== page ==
The Minister for Youth and Sports, Mahama Ayariga, was pinned to the wall in Parliament yesterday by the Minority New Patriotic Party (NPP) MPs when he tried to avoid answering a question posed by the MP for Ablekuma North, Justice Joe Appiah. He had wanted to find out how much was expended on the national team in the recent World Cup tournament in Brazil.wpid-kyei-mensah-bonsu.jpg

The minister sought refuge under the commission of enquiry set up by the President to probe Ghana?s World Cup debacle, saying that the commission is a quasi constitutional body and that its work must not be interfered with until it finishes its probing.

He further told members that details of expenses on the national team?s participation in the World Cup would eventually be made public when the commission completes its work.

The Minority members, led by their leader, Osei Kyei-Mensah-Bonsu, strongly objected to the minister?s answer saying that it would completely be an affront on the authority and integrity of Parliament for the minister to refuse to disclose the amount spent on the national team, especially when the question posed by the MP for Ablekuma North had been admitted by the Speaker.

?Mr Speaker the posture of the minister, who is also Member of Parliament, should not be entertained at all in this honourable House because Parliament can even comment on matters in court when judicial decision is pending, only if those comments will not affect the final determination of the case,? the NPP MP for Sekondi, Papa Owusu-Ankomah, said. He pointed out that he did not see the reason why Parliament should be prevented from performing its oversight role when a commission is separately working for the executive.

The MP for Sekondi articulated that members of the executive must not be allowed to determine when and how Parliament should carry out its duties.

?This is a serious precedent which should not be tolerated and so the minister must be made to provide the answer as requested by Parliament,? he charged.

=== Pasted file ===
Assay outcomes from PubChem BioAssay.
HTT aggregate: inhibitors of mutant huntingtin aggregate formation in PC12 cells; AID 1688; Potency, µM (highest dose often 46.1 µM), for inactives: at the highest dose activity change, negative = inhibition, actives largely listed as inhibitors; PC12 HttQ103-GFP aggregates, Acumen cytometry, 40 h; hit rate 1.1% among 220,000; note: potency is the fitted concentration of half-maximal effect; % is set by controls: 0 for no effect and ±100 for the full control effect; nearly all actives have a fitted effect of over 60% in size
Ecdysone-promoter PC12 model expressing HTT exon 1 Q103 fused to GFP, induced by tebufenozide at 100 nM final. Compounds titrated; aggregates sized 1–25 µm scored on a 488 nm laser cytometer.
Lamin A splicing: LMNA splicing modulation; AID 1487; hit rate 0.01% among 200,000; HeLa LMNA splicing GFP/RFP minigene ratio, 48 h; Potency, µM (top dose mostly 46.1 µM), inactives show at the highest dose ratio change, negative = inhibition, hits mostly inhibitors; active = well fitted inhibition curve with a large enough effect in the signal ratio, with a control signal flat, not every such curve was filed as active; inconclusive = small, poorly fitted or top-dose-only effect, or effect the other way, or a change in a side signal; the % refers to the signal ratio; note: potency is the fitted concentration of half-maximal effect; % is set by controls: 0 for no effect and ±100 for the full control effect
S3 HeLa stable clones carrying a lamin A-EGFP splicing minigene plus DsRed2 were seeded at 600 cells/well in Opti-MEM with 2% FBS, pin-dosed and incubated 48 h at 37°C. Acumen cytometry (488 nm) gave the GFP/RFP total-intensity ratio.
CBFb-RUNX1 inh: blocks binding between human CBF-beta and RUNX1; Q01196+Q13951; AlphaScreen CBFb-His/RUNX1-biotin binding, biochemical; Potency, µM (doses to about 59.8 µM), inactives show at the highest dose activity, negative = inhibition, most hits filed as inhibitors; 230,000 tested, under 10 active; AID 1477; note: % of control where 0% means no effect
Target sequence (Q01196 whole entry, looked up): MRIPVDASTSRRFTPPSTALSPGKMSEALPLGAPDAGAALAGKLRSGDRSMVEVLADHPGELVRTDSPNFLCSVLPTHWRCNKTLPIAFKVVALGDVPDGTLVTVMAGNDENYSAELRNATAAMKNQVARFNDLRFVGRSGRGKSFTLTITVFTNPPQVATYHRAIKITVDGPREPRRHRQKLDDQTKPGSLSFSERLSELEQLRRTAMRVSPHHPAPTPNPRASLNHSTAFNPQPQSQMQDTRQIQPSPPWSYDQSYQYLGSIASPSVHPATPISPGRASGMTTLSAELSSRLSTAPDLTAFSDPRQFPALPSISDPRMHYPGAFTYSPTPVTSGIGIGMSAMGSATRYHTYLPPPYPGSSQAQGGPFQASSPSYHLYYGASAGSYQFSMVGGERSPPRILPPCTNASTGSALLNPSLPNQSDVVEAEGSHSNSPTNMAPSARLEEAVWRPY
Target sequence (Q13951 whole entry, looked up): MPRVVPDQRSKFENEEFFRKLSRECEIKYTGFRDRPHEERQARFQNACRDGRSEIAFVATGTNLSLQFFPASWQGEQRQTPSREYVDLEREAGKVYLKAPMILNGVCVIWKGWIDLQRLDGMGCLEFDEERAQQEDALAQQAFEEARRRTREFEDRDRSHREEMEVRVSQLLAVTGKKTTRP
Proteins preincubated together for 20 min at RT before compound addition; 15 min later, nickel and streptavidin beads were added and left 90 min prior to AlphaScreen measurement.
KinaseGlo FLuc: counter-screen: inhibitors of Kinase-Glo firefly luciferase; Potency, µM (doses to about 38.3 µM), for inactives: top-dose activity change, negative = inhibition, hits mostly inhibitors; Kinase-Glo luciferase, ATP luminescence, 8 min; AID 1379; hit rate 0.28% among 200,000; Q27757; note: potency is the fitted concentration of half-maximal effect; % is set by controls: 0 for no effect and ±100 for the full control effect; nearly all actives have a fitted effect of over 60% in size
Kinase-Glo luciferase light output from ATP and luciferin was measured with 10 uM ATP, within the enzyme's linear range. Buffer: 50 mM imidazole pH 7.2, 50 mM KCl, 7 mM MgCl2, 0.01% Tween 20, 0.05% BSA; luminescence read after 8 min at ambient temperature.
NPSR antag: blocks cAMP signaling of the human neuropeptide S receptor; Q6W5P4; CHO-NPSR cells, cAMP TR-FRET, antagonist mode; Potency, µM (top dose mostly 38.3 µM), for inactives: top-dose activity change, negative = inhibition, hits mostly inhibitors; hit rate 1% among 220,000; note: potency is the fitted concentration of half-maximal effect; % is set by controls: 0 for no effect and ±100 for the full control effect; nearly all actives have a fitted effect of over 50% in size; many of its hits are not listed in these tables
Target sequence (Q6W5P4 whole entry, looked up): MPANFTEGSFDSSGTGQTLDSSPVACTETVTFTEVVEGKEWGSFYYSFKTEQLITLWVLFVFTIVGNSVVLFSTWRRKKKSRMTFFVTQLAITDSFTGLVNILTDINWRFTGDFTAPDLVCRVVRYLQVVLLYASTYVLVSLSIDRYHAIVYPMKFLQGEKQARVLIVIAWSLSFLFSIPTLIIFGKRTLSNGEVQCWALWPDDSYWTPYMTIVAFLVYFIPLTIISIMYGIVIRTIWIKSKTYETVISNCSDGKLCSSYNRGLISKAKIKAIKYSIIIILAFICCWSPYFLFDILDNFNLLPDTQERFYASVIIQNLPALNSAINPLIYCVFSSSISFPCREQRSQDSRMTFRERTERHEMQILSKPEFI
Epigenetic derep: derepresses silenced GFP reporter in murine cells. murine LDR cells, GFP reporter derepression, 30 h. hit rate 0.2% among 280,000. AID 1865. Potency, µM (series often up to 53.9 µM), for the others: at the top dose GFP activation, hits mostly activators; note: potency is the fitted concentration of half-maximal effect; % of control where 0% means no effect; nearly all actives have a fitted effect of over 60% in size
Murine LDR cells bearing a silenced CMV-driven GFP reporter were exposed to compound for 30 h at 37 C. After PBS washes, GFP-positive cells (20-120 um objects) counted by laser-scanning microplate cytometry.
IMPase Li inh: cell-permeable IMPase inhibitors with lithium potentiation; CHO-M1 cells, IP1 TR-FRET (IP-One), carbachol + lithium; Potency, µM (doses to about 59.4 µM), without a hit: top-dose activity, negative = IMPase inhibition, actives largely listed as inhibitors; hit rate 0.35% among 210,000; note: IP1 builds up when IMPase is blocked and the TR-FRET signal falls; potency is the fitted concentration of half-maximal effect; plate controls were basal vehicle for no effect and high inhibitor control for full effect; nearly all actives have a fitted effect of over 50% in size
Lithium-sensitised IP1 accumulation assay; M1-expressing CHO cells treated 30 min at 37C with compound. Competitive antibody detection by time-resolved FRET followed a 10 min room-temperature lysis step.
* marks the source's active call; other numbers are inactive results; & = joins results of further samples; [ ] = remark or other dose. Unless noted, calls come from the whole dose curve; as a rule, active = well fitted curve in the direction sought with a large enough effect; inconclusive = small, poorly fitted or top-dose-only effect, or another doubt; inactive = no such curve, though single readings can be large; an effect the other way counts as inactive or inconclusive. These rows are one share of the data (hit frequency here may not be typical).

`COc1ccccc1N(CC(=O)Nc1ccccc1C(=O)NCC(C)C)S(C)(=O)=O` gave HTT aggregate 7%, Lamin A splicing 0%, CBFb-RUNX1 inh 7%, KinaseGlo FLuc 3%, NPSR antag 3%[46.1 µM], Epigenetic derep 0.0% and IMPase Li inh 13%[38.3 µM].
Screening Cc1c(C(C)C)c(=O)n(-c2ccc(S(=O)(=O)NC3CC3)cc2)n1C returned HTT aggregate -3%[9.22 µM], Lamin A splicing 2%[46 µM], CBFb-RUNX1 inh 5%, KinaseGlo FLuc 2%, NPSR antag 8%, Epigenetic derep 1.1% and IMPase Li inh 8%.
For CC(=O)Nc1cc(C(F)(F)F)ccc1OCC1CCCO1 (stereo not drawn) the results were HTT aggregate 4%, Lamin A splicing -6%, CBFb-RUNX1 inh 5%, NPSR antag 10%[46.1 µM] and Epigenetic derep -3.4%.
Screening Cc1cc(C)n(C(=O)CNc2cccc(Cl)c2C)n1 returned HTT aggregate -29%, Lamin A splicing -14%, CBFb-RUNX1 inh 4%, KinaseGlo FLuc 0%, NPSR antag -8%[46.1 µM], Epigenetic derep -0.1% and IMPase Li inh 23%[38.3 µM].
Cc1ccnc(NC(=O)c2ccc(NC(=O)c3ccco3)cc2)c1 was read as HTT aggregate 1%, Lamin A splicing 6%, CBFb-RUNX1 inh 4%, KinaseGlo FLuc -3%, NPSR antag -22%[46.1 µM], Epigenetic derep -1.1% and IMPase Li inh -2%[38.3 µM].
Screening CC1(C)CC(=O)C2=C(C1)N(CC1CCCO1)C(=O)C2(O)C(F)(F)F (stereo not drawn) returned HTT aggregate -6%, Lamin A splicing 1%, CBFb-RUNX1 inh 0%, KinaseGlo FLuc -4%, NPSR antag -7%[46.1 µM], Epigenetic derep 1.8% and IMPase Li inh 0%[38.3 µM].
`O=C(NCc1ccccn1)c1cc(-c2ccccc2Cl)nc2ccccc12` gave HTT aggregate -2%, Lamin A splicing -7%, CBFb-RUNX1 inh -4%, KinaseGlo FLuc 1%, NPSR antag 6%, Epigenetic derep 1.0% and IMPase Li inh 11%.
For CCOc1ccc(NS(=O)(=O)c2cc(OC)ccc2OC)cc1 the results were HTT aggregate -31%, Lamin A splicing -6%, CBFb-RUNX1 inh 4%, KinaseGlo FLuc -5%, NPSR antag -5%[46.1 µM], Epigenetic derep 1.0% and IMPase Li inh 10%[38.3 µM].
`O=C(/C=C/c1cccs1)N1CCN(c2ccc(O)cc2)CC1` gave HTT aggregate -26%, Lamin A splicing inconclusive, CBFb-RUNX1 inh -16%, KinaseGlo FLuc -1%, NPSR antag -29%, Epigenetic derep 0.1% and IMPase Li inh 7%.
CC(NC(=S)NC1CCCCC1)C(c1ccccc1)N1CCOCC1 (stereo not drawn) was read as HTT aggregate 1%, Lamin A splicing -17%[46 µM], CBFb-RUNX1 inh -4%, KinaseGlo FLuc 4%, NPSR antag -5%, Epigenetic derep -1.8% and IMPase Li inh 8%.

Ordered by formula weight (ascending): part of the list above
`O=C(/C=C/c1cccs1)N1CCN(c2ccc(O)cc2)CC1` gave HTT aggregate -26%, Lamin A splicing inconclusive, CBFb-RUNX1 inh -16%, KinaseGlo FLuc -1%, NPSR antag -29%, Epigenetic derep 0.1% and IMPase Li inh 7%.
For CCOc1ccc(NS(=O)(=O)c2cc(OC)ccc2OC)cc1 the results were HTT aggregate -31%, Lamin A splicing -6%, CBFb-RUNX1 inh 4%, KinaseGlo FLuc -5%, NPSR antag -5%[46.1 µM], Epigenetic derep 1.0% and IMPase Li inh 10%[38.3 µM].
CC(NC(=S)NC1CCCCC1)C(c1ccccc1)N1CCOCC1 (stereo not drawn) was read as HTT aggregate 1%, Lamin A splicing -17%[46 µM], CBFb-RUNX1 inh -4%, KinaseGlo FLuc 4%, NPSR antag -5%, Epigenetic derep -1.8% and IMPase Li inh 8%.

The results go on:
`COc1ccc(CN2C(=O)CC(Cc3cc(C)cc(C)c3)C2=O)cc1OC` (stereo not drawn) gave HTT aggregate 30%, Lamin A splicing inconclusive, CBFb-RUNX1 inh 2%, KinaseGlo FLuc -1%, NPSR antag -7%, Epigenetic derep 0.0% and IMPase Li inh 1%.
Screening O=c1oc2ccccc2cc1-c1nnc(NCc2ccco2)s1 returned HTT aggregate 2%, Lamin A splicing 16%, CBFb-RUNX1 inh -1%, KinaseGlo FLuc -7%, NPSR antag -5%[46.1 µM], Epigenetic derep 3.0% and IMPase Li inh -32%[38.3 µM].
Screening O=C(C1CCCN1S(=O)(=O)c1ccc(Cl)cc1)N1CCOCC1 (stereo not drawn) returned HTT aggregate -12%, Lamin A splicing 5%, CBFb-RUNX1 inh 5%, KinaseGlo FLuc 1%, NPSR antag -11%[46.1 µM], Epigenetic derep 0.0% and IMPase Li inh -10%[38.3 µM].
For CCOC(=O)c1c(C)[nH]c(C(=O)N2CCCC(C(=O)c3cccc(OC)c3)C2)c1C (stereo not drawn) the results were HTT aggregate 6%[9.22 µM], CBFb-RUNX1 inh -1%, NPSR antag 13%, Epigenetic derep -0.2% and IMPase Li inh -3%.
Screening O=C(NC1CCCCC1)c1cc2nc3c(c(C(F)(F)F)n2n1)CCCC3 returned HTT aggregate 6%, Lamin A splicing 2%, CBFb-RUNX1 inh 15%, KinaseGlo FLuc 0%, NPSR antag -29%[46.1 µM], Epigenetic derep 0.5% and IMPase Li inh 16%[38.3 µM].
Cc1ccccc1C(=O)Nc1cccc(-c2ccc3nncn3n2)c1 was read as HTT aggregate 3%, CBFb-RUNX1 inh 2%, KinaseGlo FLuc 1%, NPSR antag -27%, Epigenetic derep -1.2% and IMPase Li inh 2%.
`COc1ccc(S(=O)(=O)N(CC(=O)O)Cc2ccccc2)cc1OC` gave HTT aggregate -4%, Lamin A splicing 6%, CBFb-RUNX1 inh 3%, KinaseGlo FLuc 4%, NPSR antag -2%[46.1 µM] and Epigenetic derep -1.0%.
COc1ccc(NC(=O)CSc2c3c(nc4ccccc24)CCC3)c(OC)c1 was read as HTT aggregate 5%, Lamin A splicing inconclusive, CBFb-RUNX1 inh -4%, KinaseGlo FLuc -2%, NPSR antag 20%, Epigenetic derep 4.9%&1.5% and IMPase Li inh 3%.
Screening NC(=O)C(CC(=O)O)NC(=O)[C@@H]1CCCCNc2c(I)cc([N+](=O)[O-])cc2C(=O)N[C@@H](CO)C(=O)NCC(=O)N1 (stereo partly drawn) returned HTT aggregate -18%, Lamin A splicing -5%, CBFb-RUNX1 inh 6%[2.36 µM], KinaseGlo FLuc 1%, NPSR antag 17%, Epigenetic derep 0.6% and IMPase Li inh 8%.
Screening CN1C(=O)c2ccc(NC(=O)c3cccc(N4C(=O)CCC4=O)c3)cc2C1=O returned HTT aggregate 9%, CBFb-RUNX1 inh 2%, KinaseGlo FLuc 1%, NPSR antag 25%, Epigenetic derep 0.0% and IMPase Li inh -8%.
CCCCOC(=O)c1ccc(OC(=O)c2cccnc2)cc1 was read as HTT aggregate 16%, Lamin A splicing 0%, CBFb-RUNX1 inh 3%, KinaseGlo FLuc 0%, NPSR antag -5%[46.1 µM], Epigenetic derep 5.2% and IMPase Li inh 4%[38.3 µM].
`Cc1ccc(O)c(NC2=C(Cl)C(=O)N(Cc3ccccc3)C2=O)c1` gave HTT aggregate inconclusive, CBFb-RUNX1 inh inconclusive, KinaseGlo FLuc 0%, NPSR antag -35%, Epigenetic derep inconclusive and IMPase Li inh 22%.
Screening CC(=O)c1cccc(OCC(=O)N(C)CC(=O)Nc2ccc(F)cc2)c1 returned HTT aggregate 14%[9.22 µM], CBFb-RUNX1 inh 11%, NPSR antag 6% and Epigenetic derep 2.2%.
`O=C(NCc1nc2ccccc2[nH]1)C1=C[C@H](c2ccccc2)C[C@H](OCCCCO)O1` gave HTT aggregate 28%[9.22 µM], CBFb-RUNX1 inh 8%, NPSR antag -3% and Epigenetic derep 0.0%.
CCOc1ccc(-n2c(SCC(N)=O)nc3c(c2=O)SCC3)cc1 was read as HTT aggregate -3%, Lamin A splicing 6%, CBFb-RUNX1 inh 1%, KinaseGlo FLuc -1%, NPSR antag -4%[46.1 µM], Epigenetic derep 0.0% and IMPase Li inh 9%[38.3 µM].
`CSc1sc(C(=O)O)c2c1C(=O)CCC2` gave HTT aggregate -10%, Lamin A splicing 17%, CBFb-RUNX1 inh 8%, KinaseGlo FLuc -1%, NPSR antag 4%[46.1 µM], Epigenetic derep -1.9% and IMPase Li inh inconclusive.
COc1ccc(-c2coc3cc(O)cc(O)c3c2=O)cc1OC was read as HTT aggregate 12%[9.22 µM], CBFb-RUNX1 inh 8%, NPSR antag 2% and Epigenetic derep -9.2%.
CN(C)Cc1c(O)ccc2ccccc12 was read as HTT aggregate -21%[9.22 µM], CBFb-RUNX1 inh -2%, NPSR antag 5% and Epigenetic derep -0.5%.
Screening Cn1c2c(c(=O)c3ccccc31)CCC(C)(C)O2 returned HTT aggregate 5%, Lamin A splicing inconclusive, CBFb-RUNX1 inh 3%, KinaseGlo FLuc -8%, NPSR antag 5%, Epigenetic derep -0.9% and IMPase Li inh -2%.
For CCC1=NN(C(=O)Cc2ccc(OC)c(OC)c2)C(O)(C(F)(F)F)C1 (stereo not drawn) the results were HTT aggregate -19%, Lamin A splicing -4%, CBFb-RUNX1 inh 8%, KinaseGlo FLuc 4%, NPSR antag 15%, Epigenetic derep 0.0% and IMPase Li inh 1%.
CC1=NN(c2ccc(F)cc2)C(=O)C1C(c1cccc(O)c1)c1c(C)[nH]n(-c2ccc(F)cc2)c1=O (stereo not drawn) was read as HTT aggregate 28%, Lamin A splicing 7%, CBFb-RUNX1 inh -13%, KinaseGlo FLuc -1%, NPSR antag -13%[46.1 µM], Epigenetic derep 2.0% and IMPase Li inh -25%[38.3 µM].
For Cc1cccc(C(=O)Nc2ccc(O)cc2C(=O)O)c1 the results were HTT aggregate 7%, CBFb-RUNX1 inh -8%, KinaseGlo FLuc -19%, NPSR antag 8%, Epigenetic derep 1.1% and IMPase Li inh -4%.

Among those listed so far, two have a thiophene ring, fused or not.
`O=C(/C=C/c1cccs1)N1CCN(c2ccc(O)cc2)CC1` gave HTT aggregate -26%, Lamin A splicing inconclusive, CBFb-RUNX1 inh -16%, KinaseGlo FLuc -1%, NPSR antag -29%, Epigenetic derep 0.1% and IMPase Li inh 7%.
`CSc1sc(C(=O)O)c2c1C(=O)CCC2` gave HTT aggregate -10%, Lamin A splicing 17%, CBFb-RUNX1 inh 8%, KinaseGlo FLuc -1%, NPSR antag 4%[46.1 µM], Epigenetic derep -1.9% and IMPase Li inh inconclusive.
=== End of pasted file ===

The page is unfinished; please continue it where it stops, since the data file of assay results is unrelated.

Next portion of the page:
The NPP MP for Akuapem South, O. B. Amoah, said if the minister was refusing to provide the answer then Parliament must not approve the ministry?s 2015 budget because when the budget was even approved and they were asked to account for it, they would not be able to do that.

The Minority Leader, Osei Kyei-Mensah-Bonsu, told the august House that the same minister when he was then Minister for Information and Media Relations, strongly objected to the minority?s request to have a Parliamentary inquiry into Ghana?s participation in the 2014 World Cup after so many allegations of financial impropriety came up. He stressed that the sports ministry must be hiding something from the people of Ghana that was why the minister was seeking refuge under the presidential commission.

The MP for Ablekuma North, who asked the question, also insisted that the minister provide an answer to his question because many Ghanaians wanted to know the amount involved.

The First Deputy Speaker, Ebo Barton-Odro, who was presiding over proceedings, said in view of the importance of the question and the fact that any answer in reference to Standing Order 93(1) of Parliament could not prejudice the commission?s work, the minister would have to come back in two weeks? time to provide the exact answer to the question.

The minister agreed to provide the answer in two weeks? time.

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By Thomas Fosu Jnr

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